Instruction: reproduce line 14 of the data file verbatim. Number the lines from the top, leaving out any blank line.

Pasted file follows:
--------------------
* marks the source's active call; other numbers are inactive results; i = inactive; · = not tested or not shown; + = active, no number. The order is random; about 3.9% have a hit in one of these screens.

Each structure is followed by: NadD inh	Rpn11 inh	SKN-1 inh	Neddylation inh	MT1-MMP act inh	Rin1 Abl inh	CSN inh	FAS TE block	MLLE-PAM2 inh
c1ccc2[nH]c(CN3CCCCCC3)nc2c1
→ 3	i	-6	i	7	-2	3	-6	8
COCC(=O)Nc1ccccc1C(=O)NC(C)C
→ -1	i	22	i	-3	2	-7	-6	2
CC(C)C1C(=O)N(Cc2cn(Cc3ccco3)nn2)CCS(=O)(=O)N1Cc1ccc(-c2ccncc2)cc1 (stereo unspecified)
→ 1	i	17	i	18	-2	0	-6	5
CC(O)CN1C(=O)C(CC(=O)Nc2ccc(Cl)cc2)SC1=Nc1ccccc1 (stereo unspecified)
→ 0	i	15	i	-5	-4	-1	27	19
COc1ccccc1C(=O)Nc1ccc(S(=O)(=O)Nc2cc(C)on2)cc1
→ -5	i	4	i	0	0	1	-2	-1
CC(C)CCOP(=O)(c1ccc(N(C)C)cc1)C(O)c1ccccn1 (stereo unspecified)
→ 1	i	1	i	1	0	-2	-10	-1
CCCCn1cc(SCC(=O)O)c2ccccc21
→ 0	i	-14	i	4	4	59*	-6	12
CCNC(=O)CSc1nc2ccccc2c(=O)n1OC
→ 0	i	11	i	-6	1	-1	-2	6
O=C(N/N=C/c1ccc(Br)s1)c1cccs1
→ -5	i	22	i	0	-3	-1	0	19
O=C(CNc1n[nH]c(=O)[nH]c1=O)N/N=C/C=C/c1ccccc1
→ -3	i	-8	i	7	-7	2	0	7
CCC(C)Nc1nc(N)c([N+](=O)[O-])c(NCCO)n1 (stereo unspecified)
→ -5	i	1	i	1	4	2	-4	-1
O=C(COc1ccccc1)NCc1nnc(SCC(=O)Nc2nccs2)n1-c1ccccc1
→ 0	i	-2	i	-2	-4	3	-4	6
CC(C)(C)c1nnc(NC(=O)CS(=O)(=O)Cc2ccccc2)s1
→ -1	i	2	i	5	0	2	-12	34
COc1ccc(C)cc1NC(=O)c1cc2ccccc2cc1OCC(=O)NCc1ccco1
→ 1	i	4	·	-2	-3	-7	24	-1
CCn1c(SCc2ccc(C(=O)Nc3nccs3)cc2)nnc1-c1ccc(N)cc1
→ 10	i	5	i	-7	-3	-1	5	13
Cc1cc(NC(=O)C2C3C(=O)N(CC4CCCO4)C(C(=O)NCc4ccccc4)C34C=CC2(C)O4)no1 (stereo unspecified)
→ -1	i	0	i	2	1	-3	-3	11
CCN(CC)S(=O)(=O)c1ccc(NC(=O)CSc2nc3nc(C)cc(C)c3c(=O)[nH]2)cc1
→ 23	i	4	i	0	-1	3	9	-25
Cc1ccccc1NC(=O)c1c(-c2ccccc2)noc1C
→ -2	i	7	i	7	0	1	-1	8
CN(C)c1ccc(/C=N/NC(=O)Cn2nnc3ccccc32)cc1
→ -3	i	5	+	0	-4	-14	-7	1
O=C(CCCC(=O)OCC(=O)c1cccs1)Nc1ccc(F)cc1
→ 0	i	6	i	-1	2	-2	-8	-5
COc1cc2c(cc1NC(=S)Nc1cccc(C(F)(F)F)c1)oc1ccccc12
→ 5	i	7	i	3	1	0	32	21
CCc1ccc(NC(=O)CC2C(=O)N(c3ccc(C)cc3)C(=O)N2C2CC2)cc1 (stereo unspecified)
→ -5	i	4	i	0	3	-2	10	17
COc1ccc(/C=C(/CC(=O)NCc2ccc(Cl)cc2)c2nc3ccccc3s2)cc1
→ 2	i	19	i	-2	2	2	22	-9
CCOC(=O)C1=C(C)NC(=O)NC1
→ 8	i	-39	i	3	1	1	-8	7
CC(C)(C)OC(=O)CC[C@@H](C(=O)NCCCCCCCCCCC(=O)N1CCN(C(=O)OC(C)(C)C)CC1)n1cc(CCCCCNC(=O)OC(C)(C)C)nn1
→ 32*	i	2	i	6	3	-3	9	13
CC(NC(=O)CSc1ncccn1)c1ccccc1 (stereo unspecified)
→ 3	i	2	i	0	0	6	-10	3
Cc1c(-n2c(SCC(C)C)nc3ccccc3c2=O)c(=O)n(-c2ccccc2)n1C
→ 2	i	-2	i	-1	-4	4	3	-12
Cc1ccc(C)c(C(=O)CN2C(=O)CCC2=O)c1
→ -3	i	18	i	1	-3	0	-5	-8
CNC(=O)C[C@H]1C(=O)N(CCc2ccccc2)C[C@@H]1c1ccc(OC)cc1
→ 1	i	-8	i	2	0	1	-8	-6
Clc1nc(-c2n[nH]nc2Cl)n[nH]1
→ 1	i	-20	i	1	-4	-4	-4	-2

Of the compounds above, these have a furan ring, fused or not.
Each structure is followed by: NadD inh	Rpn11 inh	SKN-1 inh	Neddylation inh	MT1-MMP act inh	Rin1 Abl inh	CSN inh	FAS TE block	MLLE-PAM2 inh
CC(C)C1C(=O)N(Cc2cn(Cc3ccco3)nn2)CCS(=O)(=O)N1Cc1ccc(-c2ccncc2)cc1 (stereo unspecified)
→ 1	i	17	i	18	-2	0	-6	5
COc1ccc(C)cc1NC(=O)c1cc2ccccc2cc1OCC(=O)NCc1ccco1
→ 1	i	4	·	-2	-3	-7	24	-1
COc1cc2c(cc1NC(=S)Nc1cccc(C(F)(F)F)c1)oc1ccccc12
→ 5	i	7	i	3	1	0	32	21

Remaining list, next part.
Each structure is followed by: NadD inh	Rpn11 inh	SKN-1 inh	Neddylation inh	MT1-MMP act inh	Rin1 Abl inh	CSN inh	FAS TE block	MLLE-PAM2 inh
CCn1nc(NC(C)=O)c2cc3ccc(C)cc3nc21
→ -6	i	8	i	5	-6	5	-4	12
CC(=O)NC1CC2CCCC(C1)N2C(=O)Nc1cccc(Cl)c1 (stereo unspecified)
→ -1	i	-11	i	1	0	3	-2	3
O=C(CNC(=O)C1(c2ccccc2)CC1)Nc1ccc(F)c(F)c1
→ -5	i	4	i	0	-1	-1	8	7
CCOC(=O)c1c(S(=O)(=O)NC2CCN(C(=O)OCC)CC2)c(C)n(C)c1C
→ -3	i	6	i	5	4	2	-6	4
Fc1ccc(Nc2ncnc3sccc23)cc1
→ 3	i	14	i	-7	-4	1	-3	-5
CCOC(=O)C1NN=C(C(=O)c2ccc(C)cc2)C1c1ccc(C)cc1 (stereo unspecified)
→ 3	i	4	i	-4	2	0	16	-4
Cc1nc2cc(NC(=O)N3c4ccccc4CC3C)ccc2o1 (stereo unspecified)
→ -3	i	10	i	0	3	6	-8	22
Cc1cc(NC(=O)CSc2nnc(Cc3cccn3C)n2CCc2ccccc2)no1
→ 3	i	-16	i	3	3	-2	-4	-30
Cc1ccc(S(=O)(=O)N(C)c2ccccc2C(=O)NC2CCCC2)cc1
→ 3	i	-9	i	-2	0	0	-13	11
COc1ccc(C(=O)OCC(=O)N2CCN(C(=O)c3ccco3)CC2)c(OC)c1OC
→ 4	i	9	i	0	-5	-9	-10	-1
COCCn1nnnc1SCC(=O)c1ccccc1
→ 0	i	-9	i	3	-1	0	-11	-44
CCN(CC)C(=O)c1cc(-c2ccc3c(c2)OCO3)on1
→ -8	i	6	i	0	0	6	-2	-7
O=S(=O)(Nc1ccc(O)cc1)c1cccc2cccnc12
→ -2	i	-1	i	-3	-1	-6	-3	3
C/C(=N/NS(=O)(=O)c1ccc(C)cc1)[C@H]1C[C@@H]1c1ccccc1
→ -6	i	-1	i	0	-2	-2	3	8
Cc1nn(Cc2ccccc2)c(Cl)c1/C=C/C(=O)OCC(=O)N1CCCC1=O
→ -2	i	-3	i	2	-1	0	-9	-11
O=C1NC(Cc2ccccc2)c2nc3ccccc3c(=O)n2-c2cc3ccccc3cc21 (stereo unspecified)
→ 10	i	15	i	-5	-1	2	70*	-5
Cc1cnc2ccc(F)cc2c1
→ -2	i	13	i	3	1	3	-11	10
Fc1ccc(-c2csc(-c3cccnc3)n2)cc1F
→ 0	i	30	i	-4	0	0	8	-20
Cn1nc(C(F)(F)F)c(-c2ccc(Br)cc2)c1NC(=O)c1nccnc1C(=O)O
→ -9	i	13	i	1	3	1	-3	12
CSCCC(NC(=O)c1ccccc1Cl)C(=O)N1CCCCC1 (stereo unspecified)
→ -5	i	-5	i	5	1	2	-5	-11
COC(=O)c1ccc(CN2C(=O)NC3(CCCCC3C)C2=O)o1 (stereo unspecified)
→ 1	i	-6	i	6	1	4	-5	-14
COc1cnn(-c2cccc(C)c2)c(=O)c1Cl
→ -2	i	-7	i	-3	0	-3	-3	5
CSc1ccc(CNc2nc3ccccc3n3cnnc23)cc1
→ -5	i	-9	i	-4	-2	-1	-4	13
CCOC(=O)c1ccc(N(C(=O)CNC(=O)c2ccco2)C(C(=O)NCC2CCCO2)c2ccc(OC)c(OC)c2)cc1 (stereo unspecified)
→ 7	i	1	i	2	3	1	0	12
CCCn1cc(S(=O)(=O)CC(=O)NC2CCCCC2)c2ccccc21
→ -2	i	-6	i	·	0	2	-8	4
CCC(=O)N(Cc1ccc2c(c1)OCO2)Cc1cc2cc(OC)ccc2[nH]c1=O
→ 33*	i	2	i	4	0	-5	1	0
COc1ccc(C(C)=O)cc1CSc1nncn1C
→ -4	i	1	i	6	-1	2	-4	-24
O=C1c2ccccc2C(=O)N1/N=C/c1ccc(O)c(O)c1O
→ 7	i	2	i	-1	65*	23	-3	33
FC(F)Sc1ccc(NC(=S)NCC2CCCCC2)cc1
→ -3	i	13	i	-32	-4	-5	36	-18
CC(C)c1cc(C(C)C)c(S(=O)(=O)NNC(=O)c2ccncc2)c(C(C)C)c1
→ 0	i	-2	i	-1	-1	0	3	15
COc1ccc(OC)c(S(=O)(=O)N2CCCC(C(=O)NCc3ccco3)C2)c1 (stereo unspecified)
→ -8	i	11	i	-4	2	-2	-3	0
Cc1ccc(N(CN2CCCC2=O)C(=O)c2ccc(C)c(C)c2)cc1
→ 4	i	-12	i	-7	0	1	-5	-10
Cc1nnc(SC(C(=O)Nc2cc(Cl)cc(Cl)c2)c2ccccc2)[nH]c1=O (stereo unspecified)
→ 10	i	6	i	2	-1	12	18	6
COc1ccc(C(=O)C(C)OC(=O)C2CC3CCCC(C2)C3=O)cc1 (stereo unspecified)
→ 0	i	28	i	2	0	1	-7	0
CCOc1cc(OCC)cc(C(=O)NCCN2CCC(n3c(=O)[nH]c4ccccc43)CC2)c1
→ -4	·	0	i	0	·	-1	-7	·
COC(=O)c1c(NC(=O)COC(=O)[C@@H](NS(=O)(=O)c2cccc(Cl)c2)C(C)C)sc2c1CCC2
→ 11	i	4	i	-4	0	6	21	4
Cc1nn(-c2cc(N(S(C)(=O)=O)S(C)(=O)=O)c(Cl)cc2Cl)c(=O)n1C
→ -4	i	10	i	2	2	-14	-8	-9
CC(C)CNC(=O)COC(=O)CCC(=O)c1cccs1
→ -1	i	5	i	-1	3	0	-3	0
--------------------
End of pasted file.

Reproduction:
→ 1	i	1	i	1	0	-2	-10	-1